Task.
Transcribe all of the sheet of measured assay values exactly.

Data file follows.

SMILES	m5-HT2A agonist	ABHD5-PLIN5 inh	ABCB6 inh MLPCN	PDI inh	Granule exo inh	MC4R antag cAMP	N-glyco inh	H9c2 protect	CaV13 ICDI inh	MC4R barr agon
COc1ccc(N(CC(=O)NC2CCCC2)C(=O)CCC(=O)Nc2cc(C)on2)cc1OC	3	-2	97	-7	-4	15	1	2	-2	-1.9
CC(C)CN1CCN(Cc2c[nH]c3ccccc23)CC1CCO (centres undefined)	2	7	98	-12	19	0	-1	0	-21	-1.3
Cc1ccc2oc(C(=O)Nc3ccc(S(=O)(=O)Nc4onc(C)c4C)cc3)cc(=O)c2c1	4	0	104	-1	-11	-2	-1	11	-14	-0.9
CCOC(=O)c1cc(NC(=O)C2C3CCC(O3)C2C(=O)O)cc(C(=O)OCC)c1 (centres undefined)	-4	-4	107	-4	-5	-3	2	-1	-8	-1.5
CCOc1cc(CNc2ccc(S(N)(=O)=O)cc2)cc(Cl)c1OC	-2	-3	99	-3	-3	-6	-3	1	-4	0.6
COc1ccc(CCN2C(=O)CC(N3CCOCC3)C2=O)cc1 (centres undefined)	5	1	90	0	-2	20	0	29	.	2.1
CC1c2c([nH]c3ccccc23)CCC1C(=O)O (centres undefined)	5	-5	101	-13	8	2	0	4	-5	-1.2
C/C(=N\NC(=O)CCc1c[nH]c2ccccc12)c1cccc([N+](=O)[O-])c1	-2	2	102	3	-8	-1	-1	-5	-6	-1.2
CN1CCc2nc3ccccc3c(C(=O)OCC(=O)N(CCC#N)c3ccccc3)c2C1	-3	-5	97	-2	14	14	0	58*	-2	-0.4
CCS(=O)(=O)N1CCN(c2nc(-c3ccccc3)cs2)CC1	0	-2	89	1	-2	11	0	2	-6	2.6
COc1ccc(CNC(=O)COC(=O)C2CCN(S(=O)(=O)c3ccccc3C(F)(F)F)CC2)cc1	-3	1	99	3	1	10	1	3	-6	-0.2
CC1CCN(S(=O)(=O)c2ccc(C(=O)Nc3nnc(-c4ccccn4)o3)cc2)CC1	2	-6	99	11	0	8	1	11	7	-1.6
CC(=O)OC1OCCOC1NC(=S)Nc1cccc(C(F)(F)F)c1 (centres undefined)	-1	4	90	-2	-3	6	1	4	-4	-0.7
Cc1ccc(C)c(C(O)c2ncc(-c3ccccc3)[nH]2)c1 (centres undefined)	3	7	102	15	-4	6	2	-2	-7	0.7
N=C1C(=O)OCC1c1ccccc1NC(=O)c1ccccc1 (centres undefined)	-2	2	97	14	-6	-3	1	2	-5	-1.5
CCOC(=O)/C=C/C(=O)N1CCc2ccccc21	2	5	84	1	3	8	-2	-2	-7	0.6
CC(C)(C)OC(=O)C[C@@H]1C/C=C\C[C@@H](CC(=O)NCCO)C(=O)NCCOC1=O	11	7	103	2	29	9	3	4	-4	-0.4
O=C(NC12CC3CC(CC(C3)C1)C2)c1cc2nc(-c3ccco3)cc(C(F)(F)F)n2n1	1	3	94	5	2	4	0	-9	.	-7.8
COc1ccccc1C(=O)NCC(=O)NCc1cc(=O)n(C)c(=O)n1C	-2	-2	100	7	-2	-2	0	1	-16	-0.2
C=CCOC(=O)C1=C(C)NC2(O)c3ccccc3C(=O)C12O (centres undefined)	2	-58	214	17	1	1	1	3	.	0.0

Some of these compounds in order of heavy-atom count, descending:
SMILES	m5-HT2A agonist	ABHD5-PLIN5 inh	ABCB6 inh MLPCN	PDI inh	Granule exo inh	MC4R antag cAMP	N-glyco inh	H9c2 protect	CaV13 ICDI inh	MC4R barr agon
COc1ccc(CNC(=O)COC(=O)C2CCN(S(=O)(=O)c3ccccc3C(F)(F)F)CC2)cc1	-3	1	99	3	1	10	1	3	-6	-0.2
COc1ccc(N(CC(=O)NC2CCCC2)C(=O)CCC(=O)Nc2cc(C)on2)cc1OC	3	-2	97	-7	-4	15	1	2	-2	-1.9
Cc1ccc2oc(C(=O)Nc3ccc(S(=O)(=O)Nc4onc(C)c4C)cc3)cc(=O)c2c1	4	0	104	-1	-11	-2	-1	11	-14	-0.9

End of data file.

SMILES	m5-HT2A agonist	ABHD5-PLIN5 inh	ABCB6 inh MLPCN	PDI inh	Granule exo inh	MC4R antag cAMP	N-glyco inh	H9c2 protect	CaV13 ICDI inh	MC4R barr agon
COc1ccc(N(CC(=O)NC2CCCC2)C(=O)CCC(=O)Nc2cc(C)on2)cc1OC	3	-2	97	-7	-4	15	1	2	-2	-1.9
CC(C)CN1CCN(Cc2c[nH]c3ccccc23)CC1CCO (centres undefined)	2	7	98	-12	19	0	-1	0	-21	-1.3
Cc1ccc2oc(C(=O)Nc3ccc(S(=O)(=O)Nc4onc(C)c4C)cc3)cc(=O)c2c1	4	0	104	-1	-11	-2	-1	11	-14	-0.9
CCOC(=O)c1cc(NC(=O)C2C3CCC(O3)C2C(=O)O)cc(C(=O)OCC)c1 (centres undefined)	-4	-4	107	-4	-5	-3	2	-1	-8	-1.5
CCOc1cc(CNc2ccc(S(N)(=O)=O)cc2)cc(Cl)c1OC	-2	-3	99	-3	-3	-6	-3	1	-4	0.6
COc1ccc(CCN2C(=O)CC(N3CCOCC3)C2=O)cc1 (centres undefined)	5	1	90	0	-2	20	0	29	.	2.1
CC1c2c([nH]c3ccccc23)CCC1C(=O)O (centres undefined)	5	-5	101	-13	8	2	0	4	-5	-1.2
C/C(=N\NC(=O)CCc1c[nH]c2ccccc12)c1cccc([N+](=O)[O-])c1	-2	2	102	3	-8	-1	-1	-5	-6	-1.2
CN1CCc2nc3ccccc3c(C(=O)OCC(=O)N(CCC#N)c3ccccc3)c2C1	-3	-5	97	-2	14	14	0	58*	-2	-0.4
CCS(=O)(=O)N1CCN(c2nc(-c3ccccc3)cs2)CC1	0	-2	89	1	-2	11	0	2	-6	2.6
COc1ccc(CNC(=O)COC(=O)C2CCN(S(=O)(=O)c3ccccc3C(F)(F)F)CC2)cc1	-3	1	99	3	1	10	1	3	-6	-0.2
CC1CCN(S(=O)(=O)c2ccc(C(=O)Nc3nnc(-c4ccccn4)o3)cc2)CC1	2	-6	99	11	0	8	1	11	7	-1.6
CC(=O)OC1OCCOC1NC(=S)Nc1cccc(C(F)(F)F)c1 (centres undefined)	-1	4	90	-2	-3	6	1	4	-4	-0.7
Cc1ccc(C)c(C(O)c2ncc(-c3ccccc3)[nH]2)c1 (centres undefined)	3	7	102	15	-4	6	2	-2	-7	0.7
N=C1C(=O)OCC1c1ccccc1NC(=O)c1ccccc1 (centres undefined)	-2	2	97	14	-6	-3	1	2	-5	-1.5
CCOC(=O)/C=C/C(=O)N1CCc2ccccc21	2	5	84	1	3	8	-2	-2	-7	0.6
CC(C)(C)OC(=O)C[C@@H]1C/C=C\C[C@@H](CC(=O)NCCO)C(=O)NCCOC1=O	11	7	103	2	29	9	3	4	-4	-0.4
O=C(NC12CC3CC(CC(C3)C1)C2)c1cc2nc(-c3ccco3)cc(C(F)(F)F)n2n1	1	3	94	5	2	4	0	-9	.	-7.8
COc1ccccc1C(=O)NCC(=O)NCc1cc(=O)n(C)c(=O)n1C	-2	-2	100	7	-2	-2	0	1	-16	-0.2
C=CCOC(=O)C1=C(C)NC2(O)c3ccccc3C(=O)C12O (centres undefined)	2	-58	214	17	1	1	1	3	.	0.0

Some of these compounds in order of heavy-atom count, descending:
SMILES	m5-HT2A agonist	ABHD5-PLIN5 inh	ABCB6 inh MLPCN	PDI inh	Granule exo inh	MC4R antag cAMP	N-glyco inh	H9c2 protect	CaV13 ICDI inh	MC4R barr agon
COc1ccc(CNC(=O)COC(=O)C2CCN(S(=O)(=O)c3ccccc3C(F)(F)F)CC2)cc1	-3	1	99	3	1	10	1	3	-6	-0.2
COc1ccc(N(CC(=O)NC2CCCC2)C(=O)CCC(=O)Nc2cc(C)on2)cc1OC	3	-2	97	-7	-4	15	1	2	-2	-1.9
Cc1ccc2oc(C(=O)Nc3ccc(S(=O)(=O)Nc4onc(C)c4C)cc3)cc(=O)c2c1	4	0	104	-1	-11	-2	-1	11	-14	-0.9